Pollett draws a direct link between resource cycles and homelessness among vulnerable populations: "Beyond a shadow of a doubt." For those already on the edge, the boom reduced both the availability and affordability of their options. Rent for a one-bedroom flat has now risen to between $700 and $900 a month.
During an upswing in commodity prices, landlords covet resource town properties. Even substandard long-term "bed-sits," formerly a roof of last resort, get emptied to be sold off or upscaled. In either case, they'll be beyond the reach of former occupants.
Here comes the bust?
Mining projects, forestry and natural gas developments are firing across the country in northern British Columbia as well. And there too, the boom isn't bringing good times to everyone.
"Towns are becoming more wealthy," said Tony Roy, executive director of the B.C. Non-Profit Housing Association. But as elsewhere, high-wage resource workers drive up rents for everyone. "The people who are least fortunate to begin with often don't share in that opportunity, are in fact shunted out or become homeless."
Roy says that some resource contractors buy up low-end local hotels and apartment buildings to house their sudden influx of workers. "People there for the mine might have housing," he said. But longer-term residents who lived there previously "might be displaced."
Ottawa's withdrawal from social housing since 1993 hasn't helped, Roy said. "The communities growing fastest are unable to draw on money when it comes to social housing."
But it's not this region's first dance with a resource boom either. "In B.C., because we had an era of resource development focused on forestry, a lot of these same towns have been boom and bust towns before, so they're a little wary," said Roy. "They know what to look out for."
A popular solution among project developers is temporary worker housing -- the so-called "man camps" that spring up near remote construction sites. They can buffer the impact of transient demand on local housing prices. But they can also end up as abandoned eyesores after resource extraction ends, derelict and beyond re-use as low-cost housing.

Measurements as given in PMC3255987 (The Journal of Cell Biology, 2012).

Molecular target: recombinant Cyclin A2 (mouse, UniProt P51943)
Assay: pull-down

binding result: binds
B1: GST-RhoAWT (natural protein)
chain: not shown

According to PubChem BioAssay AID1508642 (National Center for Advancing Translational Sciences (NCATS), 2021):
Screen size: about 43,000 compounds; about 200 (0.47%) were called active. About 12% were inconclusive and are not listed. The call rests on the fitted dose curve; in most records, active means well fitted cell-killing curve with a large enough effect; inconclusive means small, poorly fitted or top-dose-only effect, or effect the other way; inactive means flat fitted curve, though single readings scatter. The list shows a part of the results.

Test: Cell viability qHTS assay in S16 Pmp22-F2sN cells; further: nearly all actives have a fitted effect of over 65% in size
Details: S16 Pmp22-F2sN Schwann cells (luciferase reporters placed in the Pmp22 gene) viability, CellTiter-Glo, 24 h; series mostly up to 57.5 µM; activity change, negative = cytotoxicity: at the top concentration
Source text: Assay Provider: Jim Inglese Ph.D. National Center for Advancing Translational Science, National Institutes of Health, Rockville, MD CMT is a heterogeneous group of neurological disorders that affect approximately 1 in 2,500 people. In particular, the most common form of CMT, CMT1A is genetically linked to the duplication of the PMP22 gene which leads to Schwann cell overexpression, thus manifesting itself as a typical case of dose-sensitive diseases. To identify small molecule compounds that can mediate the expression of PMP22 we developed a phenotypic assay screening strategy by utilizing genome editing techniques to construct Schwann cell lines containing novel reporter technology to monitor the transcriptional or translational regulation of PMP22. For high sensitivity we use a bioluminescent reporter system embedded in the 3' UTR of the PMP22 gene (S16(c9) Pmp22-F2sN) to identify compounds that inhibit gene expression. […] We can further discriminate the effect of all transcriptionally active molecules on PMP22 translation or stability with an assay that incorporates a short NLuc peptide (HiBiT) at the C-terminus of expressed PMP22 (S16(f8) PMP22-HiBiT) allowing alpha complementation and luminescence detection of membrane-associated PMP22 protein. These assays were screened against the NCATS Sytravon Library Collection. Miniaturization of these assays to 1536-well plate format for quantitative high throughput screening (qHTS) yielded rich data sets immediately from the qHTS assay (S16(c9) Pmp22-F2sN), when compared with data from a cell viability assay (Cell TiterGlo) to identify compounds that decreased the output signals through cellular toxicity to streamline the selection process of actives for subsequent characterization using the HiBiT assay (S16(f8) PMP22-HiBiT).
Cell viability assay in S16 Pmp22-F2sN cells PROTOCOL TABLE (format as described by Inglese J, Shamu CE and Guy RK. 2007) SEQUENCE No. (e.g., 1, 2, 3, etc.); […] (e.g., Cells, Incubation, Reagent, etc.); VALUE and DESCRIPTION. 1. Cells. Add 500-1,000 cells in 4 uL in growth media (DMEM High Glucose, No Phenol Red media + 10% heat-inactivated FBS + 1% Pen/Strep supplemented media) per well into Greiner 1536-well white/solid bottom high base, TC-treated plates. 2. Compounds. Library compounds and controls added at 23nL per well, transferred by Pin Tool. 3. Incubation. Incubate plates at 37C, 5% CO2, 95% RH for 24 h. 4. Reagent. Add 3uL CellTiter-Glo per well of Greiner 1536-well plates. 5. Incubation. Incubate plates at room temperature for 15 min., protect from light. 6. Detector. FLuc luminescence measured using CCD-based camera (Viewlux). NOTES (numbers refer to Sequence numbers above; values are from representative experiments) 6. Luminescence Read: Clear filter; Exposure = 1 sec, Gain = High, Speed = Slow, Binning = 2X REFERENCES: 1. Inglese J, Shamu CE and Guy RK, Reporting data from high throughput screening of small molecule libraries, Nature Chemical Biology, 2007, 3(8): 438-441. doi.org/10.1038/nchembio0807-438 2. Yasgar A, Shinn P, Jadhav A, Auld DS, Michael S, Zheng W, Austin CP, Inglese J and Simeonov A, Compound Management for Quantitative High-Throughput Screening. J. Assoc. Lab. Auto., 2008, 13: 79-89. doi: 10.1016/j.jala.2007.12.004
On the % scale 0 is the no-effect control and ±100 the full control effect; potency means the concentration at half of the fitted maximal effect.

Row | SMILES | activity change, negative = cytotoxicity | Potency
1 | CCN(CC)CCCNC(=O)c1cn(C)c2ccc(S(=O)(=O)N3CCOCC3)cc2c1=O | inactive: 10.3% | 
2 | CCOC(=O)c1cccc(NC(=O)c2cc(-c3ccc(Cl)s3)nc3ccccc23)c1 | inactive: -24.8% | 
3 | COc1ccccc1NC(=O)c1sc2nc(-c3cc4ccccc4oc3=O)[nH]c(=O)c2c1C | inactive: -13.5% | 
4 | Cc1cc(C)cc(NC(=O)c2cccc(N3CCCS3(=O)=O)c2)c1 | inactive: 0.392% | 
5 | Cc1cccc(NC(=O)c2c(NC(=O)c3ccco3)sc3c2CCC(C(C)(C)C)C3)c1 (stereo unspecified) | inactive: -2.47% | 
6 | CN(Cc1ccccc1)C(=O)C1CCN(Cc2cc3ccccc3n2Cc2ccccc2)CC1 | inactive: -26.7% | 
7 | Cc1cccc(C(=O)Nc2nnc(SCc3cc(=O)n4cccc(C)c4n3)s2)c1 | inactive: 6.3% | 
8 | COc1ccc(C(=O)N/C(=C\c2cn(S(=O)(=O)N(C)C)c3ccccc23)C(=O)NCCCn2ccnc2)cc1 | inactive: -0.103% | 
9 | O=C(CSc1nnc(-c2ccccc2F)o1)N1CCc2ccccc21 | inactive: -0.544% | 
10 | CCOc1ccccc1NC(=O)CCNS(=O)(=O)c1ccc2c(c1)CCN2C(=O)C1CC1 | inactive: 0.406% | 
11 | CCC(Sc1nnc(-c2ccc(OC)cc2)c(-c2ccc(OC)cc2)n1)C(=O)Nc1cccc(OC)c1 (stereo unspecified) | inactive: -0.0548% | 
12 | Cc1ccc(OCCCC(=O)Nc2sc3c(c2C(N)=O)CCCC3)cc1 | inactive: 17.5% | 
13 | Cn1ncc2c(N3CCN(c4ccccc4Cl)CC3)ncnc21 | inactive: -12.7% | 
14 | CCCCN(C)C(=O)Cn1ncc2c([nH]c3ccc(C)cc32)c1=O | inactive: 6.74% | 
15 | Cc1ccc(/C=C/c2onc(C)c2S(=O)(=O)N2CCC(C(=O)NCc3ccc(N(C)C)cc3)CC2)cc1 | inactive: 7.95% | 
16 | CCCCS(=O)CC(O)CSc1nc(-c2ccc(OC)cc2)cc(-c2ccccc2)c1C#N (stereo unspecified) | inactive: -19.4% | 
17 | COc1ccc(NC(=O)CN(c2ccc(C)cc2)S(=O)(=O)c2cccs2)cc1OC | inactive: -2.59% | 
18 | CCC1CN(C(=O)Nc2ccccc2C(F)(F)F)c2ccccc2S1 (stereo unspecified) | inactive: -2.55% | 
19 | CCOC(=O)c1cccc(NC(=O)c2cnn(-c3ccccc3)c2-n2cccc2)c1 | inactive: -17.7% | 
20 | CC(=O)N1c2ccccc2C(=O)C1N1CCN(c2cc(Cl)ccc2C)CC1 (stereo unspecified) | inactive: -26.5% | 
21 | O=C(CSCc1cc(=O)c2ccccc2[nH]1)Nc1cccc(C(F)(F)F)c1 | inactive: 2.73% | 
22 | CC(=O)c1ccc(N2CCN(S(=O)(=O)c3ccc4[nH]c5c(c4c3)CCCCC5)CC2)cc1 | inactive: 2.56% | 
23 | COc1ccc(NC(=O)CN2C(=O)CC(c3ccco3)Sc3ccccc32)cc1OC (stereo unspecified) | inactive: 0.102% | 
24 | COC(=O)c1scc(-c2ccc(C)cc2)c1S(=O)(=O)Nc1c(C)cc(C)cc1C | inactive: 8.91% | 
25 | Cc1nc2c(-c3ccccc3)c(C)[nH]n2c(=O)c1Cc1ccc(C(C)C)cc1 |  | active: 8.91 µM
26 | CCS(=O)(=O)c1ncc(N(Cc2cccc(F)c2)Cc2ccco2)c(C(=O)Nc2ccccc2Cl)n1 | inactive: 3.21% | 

Man camps "can be part of the solution," Roy said.
"You don't want to build too much permanent housing," he explained. Nor is "building too much or too fancy" a good idea. When commodity prices slump and a town's sole industry shuts down, the downdraft "creates negative equity, and you have a whole bunch of people unemployed and unable to afford the places you've built for them."
Instead, he suggested, boomtowns could require that some work camp housing units be portable and high quality enough to "remain as a legacy."
Roy hopes that contemporary resource companies show more social responsibility than earlier generations, see affordable housing as part of their long-term investment in communities, and act to soften boom-and-bust impacts on the already marginalized.
Absent such corporate goodwill however, Roy expects resource booms to leave the most vulnerable in "worse condition" then before.
You might think that a brush with a bust, like the one affecting world oil prices, which have dropped by half from recent peaks, would undo some of the boom-time effects and bring housing prices back to affordable levels.
But so far, Newfoundland's Pollett hasn't seen it happening there. Vacancies in St. John's may be up a bit, he said, "but it's all a moot point because they're still unaffordable."
Meanwhile in Fort MacMurray, mass layoffs and project delays have created anxiety and uncertainty. "It's very volatile," Lutes said. "In most markets, it's little waves as it goes along. Here, this is like a roller-coaster tied to oil prices, up and down. We've gotten used to very fast-paced growth here."
And the down-beat hasn't eliminated Wood Buffalo Housing & Development's challenge: unusually high wages for some, coupled with core housing needs for others.
To address it the corporation is adapting a financing model pioneered in Ontario to assist mid-income professionals from police and teachers to service workers. It sells suites at below-market prices by taking out a second mortgage on the property, with the intention of investing its share of the increase in their value on resale in a fund for future building. So far Wood Buffalo has sold about 300 units that way, and Lutes hopes to finance a third of his organization's new housing construction using the model.
Boomtowns live -- and sometimes die -- by swings in the global market for commodities. Lutes offered the same advice as others interviewed for this story to communities struggling to accommodate boomtime populations: pay very close attention to those same markets. They can send signals about conditions down the road for you.
And learn from towns that have been there before.
Published with files from Katie Hyslop.